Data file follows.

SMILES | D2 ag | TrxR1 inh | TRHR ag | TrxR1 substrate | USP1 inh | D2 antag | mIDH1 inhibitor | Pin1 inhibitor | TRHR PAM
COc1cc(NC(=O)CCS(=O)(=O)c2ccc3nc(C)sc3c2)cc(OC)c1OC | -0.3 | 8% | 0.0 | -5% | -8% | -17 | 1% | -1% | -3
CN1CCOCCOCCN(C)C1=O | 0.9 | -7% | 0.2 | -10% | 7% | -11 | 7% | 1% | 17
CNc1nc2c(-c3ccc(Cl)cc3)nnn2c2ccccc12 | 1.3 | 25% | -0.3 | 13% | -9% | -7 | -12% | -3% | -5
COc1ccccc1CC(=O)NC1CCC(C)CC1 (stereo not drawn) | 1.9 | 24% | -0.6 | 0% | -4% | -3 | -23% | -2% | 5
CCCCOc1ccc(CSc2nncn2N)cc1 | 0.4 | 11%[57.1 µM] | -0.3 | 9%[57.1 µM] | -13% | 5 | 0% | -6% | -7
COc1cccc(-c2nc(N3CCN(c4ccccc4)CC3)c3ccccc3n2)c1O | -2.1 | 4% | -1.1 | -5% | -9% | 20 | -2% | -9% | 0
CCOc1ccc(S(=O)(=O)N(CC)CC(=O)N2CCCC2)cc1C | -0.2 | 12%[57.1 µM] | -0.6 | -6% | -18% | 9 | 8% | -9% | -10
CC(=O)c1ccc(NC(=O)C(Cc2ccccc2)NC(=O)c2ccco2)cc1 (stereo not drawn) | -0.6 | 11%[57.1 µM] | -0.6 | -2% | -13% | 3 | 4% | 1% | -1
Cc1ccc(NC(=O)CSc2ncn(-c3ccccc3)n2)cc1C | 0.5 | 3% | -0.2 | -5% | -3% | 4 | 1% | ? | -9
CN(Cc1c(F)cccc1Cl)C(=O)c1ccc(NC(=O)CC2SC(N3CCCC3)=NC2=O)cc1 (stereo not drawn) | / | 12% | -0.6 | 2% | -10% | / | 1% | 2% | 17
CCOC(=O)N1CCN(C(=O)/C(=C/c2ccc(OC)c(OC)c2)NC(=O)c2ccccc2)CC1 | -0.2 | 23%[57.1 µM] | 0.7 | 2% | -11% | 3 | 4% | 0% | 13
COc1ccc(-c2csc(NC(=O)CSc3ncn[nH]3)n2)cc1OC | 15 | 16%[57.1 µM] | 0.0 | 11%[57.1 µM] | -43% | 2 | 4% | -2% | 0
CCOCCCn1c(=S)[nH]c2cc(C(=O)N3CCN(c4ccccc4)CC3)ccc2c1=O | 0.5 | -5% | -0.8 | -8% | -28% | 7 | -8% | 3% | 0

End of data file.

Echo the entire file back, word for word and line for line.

SMILES | D2 ag | TrxR1 inh | TRHR ag | TrxR1 substrate | USP1 inh | D2 antag | mIDH1 inhibitor | Pin1 inhibitor | TRHR PAM
COc1cc(NC(=O)CCS(=O)(=O)c2ccc3nc(C)sc3c2)cc(OC)c1OC | -0.3 | 8% | 0.0 | -5% | -8% | -17 | 1% | -1% | -3
CN1CCOCCOCCN(C)C1=O | 0.9 | -7% | 0.2 | -10% | 7% | -11 | 7% | 1% | 17
CNc1nc2c(-c3ccc(Cl)cc3)nnn2c2ccccc12 | 1.3 | 25% | -0.3 | 13% | -9% | -7 | -12% | -3% | -5
COc1ccccc1CC(=O)NC1CCC(C)CC1 (stereo not drawn) | 1.9 | 24% | -0.6 | 0% | -4% | -3 | -23% | -2% | 5
CCCCOc1ccc(CSc2nncn2N)cc1 | 0.4 | 11%[57.1 µM] | -0.3 | 9%[57.1 µM] | -13% | 5 | 0% | -6% | -7
COc1cccc(-c2nc(N3CCN(c4ccccc4)CC3)c3ccccc3n2)c1O | -2.1 | 4% | -1.1 | -5% | -9% | 20 | -2% | -9% | 0
CCOc1ccc(S(=O)(=O)N(CC)CC(=O)N2CCCC2)cc1C | -0.2 | 12%[57.1 µM] | -0.6 | -6% | -18% | 9 | 8% | -9% | -10
CC(=O)c1ccc(NC(=O)C(Cc2ccccc2)NC(=O)c2ccco2)cc1 (stereo not drawn) | -0.6 | 11%[57.1 µM] | -0.6 | -2% | -13% | 3 | 4% | 1% | -1
Cc1ccc(NC(=O)CSc2ncn(-c3ccccc3)n2)cc1C | 0.5 | 3% | -0.2 | -5% | -3% | 4 | 1% | ? | -9
CN(Cc1c(F)cccc1Cl)C(=O)c1ccc(NC(=O)CC2SC(N3CCCC3)=NC2=O)cc1 (stereo not drawn) | / | 12% | -0.6 | 2% | -10% | / | 1% | 2% | 17
CCOC(=O)N1CCN(C(=O)/C(=C/c2ccc(OC)c(OC)c2)NC(=O)c2ccccc2)CC1 | -0.2 | 23%[57.1 µM] | 0.7 | 2% | -11% | 3 | 4% | 0% | 13
COc1ccc(-c2csc(NC(=O)CSc3ncn[nH]3)n2)cc1OC | 15 | 16%[57.1 µM] | 0.0 | 11%[57.1 µM] | -43% | 2 | 4% | -2% | 0
CCOCCCn1c(=S)[nH]c2cc(C(=O)N3CCN(c4ccccc4)CC3)ccc2c1=O | 0.5 | -5% | -0.8 | -8% | -28% | 7 | -8% | 3% | 0